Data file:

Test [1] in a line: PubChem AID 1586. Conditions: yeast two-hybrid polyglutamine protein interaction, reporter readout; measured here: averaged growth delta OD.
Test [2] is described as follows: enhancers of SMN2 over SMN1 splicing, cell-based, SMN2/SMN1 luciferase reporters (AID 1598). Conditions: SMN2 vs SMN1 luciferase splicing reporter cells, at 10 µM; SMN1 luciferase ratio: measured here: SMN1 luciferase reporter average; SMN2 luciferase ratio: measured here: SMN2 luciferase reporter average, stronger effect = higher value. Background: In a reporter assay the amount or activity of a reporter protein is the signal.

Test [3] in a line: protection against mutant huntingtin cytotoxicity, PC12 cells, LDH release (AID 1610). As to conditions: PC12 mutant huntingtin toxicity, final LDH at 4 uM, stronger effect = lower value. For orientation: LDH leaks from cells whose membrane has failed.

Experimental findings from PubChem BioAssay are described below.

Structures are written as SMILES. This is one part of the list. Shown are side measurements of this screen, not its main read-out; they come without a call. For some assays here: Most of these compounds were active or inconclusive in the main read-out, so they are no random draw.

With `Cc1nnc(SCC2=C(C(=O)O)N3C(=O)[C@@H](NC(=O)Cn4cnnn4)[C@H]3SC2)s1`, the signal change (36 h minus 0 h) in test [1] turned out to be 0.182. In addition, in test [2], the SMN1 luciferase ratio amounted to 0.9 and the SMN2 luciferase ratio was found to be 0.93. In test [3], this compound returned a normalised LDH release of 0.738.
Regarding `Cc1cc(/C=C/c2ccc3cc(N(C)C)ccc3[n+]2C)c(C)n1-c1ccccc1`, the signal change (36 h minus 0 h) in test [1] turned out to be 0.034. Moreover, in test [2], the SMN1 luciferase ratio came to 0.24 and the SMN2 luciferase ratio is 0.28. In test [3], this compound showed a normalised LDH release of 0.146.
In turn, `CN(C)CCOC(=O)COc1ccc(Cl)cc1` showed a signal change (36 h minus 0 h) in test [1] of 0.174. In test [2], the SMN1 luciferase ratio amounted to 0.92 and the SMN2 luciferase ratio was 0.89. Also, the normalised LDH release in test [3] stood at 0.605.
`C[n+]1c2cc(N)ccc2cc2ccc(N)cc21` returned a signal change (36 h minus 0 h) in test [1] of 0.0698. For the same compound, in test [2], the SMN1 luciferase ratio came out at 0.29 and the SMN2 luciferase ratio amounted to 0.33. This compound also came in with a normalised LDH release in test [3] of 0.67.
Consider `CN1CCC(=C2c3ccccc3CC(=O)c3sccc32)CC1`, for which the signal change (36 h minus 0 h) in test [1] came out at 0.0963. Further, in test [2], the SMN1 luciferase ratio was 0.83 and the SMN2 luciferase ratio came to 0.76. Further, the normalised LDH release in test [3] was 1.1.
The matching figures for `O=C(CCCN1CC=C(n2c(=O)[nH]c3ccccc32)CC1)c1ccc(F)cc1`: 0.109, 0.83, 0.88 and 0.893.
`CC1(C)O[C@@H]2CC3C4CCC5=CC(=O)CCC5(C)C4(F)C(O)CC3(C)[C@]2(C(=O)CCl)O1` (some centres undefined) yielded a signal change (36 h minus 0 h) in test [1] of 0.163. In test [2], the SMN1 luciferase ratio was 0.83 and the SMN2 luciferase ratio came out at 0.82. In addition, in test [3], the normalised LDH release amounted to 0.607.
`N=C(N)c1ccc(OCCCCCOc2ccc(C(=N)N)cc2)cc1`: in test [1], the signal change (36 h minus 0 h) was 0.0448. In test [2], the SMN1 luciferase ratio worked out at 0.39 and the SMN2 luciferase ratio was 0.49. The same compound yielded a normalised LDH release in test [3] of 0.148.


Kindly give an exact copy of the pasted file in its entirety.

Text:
Test [1] in a line: PubChem AID 1586. Conditions: yeast two-hybrid polyglutamine protein interaction, reporter readout; measured here: averaged growth delta OD.
Test [2] is described as follows: enhancers of SMN2 over SMN1 splicing, cell-based, SMN2/SMN1 luciferase reporters (AID 1598). Conditions: SMN2 vs SMN1 luciferase splicing reporter cells, at 10 µM; SMN1 luciferase ratio: measured here: SMN1 luciferase reporter average; SMN2 luciferase ratio: measured here: SMN2 luciferase reporter average, stronger effect = higher value. Background: In a reporter assay the amount or activity of a reporter protein is the signal.

Test [3] in a line: protection against mutant huntingtin cytotoxicity, PC12 cells, LDH release (AID 1610). As to conditions: PC12 mutant huntingtin toxicity, final LDH at 4 uM, stronger effect = lower value. For orientation: LDH leaks from cells whose membrane has failed.

Experimental findings from PubChem BioAssay are described below.

Structures are written as SMILES. This is one part of the list. Shown are side measurements of this screen, not its main read-out; they come without a call. For some assays here: Most of these compounds were active or inconclusive in the main read-out, so they are no random draw.

With `Cc1nnc(SCC2=C(C(=O)O)N3C(=O)[C@@H](NC(=O)Cn4cnnn4)[C@H]3SC2)s1`, the signal change (36 h minus 0 h) in test [1] turned out to be 0.182. In addition, in test [2], the SMN1 luciferase ratio amounted to 0.9 and the SMN2 luciferase ratio was found to be 0.93. In test [3], this compound returned a normalised LDH release of 0.738.
Regarding `Cc1cc(/C=C/c2ccc3cc(N(C)C)ccc3[n+]2C)c(C)n1-c1ccccc1`, the signal change (36 h minus 0 h) in test [1] turned out to be 0.034. Moreover, in test [2], the SMN1 luciferase ratio came to 0.24 and the SMN2 luciferase ratio is 0.28. In test [3], this compound showed a normalised LDH release of 0.146.
In turn, `CN(C)CCOC(=O)COc1ccc(Cl)cc1` showed a signal change (36 h minus 0 h) in test [1] of 0.174. In test [2], the SMN1 luciferase ratio amounted to 0.92 and the SMN2 luciferase ratio was 0.89. Also, the normalised LDH release in test [3] stood at 0.605.
`C[n+]1c2cc(N)ccc2cc2ccc(N)cc21` returned a signal change (36 h minus 0 h) in test [1] of 0.0698. For the same compound, in test [2], the SMN1 luciferase ratio came out at 0.29 and the SMN2 luciferase ratio amounted to 0.33. This compound also came in with a normalised LDH release in test [3] of 0.67.
Consider `CN1CCC(=C2c3ccccc3CC(=O)c3sccc32)CC1`, for which the signal change (36 h minus 0 h) in test [1] came out at 0.0963. Further, in test [2], the SMN1 luciferase ratio was 0.83 and the SMN2 luciferase ratio came to 0.76. Further, the normalised LDH release in test [3] was 1.1.
The matching figures for `O=C(CCCN1CC=C(n2c(=O)[nH]c3ccccc32)CC1)c1ccc(F)cc1`: 0.109, 0.83, 0.88 and 0.893.
`CC1(C)O[C@@H]2CC3C4CCC5=CC(=O)CCC5(C)C4(F)C(O)CC3(C)[C@]2(C(=O)CCl)O1` (some centres undefined) yielded a signal change (36 h minus 0 h) in test [1] of 0.163. In test [2], the SMN1 luciferase ratio was 0.83 and the SMN2 luciferase ratio came out at 0.82. In addition, in test [3], the normalised LDH release amounted to 0.607.
`N=C(N)c1ccc(OCCCCCOc2ccc(C(=N)N)cc2)cc1`: in test [1], the signal change (36 h minus 0 h) was 0.0448. In test [2], the SMN1 luciferase ratio worked out at 0.39 and the SMN2 luciferase ratio was 0.49. The same compound yielded a normalised LDH release in test [3] of 0.148.